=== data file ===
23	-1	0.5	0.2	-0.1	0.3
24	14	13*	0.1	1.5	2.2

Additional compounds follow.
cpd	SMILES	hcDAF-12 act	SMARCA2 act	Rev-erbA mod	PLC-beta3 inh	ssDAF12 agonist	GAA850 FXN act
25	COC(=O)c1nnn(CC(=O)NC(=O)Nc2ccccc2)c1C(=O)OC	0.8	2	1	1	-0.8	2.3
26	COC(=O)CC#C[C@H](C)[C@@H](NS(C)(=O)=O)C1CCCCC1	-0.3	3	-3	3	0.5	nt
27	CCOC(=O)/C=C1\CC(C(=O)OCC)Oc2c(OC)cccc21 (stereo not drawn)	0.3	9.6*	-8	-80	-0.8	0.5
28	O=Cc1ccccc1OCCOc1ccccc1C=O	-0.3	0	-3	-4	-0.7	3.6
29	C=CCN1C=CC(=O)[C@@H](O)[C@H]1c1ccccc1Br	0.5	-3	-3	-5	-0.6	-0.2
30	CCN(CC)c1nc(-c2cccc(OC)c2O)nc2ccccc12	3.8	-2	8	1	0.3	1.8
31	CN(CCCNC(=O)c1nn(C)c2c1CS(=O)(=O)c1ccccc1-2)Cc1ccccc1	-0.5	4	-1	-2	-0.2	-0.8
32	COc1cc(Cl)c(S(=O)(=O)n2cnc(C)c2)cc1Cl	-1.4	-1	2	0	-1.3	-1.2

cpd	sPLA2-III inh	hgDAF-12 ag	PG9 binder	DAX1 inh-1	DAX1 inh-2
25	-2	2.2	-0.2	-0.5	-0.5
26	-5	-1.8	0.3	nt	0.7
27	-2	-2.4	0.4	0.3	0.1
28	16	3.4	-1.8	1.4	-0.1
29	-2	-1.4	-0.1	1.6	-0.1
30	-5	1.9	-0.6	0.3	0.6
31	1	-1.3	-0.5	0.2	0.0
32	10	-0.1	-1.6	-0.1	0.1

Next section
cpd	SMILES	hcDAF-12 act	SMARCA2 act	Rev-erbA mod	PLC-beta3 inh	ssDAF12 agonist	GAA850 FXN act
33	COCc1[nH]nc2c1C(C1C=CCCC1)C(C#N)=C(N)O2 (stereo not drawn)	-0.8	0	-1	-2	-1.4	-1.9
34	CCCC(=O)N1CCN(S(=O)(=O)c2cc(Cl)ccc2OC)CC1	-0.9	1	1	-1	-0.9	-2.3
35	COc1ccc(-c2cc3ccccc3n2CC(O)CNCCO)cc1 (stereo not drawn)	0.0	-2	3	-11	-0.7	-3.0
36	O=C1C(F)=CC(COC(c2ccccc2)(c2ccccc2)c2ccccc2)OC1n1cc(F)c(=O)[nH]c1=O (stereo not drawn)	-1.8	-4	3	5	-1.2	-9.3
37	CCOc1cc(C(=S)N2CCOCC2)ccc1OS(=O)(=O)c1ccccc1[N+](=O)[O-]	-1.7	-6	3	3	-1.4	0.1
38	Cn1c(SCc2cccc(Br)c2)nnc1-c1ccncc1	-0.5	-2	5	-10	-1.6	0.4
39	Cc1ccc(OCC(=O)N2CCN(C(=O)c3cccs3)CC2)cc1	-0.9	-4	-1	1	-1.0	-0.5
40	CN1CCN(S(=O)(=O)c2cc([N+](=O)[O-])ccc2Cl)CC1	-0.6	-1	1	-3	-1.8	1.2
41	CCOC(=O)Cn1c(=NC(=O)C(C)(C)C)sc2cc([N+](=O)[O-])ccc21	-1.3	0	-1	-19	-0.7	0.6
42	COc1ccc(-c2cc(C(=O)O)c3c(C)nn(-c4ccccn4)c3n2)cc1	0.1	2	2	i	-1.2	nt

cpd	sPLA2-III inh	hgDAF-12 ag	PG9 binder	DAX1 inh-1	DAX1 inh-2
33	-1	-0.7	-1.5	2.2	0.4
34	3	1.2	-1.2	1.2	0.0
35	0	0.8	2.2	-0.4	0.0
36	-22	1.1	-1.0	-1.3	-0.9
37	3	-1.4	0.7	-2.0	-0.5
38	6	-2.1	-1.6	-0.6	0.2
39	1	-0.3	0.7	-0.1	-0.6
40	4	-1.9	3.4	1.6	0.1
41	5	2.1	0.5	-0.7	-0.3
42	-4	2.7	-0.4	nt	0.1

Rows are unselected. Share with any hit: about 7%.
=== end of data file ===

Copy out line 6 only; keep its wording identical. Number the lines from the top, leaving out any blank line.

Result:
26	COC(=O)CC#C[C@H](C)[C@@H](NS(C)(=O)=O)C1CCCCC1	-0.3	3	-3	3	0.5	nt